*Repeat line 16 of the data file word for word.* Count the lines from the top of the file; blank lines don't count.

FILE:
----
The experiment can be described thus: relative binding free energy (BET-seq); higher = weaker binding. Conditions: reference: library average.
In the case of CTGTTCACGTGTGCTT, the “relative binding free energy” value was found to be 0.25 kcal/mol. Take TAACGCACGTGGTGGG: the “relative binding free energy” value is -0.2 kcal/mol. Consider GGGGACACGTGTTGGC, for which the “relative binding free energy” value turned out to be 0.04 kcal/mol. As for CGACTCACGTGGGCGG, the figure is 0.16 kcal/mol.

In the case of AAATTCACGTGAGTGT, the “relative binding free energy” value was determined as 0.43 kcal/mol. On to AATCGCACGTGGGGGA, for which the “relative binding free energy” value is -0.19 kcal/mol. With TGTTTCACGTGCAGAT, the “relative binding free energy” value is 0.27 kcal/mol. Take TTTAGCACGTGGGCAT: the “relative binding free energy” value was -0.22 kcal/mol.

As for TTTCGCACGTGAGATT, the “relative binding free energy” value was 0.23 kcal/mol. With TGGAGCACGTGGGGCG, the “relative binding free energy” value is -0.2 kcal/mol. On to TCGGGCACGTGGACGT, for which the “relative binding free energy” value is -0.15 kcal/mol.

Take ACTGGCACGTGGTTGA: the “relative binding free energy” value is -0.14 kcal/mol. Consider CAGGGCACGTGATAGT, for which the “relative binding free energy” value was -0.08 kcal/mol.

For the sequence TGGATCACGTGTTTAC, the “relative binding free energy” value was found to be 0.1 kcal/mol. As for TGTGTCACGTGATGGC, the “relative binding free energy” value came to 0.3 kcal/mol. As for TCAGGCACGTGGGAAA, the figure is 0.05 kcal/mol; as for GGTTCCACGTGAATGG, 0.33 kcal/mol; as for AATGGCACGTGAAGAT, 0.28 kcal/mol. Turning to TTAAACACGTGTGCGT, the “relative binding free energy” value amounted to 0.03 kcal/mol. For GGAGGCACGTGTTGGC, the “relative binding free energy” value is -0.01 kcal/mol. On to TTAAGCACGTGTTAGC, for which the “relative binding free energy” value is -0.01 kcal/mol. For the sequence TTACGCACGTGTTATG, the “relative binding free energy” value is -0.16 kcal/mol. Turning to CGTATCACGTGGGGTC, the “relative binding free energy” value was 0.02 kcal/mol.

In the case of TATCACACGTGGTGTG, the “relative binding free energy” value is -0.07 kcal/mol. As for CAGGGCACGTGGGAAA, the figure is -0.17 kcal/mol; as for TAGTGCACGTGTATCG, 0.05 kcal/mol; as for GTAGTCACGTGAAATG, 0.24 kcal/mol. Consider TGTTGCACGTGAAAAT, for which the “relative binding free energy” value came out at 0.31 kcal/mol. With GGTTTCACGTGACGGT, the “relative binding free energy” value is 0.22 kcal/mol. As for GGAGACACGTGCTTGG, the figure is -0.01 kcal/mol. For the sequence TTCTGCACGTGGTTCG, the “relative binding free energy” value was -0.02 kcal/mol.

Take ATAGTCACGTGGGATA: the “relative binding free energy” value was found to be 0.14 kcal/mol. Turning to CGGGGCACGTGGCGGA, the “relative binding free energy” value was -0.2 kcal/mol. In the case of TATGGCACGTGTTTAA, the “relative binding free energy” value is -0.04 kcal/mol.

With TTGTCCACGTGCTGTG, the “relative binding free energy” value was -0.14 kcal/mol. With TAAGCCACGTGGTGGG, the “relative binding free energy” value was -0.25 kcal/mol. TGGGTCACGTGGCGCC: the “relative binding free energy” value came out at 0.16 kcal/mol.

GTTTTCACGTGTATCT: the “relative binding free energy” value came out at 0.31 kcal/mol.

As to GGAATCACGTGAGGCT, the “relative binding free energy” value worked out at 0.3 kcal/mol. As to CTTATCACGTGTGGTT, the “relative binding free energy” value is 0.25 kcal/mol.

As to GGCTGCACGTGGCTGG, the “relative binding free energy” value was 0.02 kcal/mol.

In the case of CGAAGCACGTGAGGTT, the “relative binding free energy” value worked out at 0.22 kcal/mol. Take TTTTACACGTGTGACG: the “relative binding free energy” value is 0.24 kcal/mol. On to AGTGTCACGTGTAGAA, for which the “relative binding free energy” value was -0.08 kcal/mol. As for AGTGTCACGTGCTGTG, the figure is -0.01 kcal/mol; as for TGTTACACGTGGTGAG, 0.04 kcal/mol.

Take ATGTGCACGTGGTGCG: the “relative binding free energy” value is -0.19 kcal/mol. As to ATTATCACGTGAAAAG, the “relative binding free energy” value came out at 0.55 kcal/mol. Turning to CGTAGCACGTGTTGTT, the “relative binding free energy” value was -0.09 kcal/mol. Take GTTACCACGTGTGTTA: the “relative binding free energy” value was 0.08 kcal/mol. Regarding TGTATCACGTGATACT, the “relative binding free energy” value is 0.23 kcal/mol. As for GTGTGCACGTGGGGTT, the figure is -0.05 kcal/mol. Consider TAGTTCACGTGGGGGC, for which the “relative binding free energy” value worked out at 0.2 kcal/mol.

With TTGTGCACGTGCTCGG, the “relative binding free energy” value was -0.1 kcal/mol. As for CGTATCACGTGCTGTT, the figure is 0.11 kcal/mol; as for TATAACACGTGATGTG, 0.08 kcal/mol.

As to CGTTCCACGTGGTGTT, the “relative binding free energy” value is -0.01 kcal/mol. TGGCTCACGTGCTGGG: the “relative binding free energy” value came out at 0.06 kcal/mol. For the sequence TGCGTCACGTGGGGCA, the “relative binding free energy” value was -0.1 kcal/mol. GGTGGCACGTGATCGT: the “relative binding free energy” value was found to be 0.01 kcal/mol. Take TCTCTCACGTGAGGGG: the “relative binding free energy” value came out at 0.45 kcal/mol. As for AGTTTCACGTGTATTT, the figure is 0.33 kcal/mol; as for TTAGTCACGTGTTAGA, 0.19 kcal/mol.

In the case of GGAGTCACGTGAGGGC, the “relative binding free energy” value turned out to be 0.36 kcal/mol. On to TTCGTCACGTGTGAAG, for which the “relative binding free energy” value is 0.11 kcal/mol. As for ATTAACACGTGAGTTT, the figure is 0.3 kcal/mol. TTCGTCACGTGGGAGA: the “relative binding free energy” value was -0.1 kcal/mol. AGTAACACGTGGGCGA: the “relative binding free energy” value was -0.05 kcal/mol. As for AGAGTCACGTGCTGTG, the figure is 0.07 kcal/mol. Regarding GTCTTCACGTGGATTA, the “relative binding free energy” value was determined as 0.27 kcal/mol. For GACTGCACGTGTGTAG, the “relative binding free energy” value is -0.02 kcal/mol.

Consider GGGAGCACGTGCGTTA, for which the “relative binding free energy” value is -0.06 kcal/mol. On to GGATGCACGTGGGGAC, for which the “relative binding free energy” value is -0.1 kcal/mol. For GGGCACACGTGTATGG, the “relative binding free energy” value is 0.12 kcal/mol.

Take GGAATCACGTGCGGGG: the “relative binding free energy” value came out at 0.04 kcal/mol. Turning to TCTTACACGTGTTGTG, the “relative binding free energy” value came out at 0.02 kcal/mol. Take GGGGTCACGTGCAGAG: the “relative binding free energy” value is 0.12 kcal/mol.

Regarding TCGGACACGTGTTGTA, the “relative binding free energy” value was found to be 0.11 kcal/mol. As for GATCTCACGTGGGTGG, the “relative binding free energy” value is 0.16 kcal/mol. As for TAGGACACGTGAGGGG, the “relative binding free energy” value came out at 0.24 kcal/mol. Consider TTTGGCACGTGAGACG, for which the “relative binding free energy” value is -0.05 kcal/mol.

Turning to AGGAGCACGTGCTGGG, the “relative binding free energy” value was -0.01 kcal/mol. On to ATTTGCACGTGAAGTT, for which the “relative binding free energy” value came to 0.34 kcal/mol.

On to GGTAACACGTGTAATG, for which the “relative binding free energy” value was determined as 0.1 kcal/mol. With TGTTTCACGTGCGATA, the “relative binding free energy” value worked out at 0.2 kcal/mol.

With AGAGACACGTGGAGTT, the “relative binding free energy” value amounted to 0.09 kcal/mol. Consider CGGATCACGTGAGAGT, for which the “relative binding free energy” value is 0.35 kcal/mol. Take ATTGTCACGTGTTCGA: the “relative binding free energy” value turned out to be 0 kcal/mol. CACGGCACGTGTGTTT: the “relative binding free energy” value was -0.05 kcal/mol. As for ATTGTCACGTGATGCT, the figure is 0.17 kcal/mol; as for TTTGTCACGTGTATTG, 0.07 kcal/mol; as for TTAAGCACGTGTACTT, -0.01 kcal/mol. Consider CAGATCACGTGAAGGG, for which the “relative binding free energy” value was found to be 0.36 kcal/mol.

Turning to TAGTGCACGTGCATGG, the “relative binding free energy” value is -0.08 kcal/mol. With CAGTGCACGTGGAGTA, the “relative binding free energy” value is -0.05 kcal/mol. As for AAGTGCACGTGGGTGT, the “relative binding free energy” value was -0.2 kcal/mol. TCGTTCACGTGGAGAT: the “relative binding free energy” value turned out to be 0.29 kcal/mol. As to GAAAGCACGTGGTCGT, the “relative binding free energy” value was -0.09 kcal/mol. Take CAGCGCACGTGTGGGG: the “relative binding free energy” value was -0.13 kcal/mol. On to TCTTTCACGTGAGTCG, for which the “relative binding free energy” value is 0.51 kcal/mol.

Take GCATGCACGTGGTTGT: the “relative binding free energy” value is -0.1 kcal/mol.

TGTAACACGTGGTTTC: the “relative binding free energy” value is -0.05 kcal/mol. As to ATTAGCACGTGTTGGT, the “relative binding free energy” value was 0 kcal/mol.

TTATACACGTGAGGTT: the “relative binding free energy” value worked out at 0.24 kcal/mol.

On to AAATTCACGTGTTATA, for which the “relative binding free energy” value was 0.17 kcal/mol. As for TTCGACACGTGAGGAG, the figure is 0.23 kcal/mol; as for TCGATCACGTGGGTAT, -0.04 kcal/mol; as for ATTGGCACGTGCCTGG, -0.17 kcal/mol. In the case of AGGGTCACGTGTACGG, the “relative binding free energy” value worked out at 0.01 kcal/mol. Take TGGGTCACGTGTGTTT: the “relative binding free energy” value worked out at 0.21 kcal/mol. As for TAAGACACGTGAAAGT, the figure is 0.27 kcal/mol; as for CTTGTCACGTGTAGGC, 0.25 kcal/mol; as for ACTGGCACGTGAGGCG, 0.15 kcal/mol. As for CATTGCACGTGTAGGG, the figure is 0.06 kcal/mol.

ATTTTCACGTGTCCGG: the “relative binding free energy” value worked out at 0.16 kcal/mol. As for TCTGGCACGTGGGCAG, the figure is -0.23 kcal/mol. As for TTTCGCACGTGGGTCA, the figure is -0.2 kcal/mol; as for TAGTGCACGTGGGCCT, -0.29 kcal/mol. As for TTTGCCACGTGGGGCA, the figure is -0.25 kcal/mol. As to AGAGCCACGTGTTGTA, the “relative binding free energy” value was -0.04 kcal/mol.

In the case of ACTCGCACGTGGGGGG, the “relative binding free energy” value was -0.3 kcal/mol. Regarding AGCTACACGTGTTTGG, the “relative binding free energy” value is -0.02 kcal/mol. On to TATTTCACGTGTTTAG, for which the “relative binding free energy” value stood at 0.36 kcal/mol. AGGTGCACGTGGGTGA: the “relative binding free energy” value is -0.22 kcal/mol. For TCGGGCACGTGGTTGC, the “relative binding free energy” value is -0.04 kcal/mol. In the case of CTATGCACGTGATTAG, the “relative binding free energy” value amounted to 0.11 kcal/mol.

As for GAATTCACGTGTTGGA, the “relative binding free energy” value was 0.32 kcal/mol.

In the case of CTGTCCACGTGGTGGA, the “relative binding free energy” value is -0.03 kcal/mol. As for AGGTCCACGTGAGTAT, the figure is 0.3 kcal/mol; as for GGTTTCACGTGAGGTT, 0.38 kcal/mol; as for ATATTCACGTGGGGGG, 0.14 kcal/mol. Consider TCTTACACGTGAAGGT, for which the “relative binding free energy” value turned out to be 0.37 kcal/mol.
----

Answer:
As to CGTTCCACGTGGTGTT, the “relative binding free energy” value is -0.01 kcal/mol. TGGCTCACGTGCTGGG: the “relative binding free energy” value came out at 0.06 kcal/mol. For the sequence TGCGTCACGTGGGGCA, the “relative binding free energy” value was -0.1 kcal/mol. GGTGGCACGTGATCGT: the “relative binding free energy” value was found to be 0.01 kcal/mol. Take TCTCTCACGTGAGGGG: the “relative binding free energy” value came out at 0.45 kcal/mol. As for AGTTTCACGTGTATTT, the figure is 0.33 kcal/mol; as for TTAGTCACGTGTTAGA, 0.19 kcal/mol.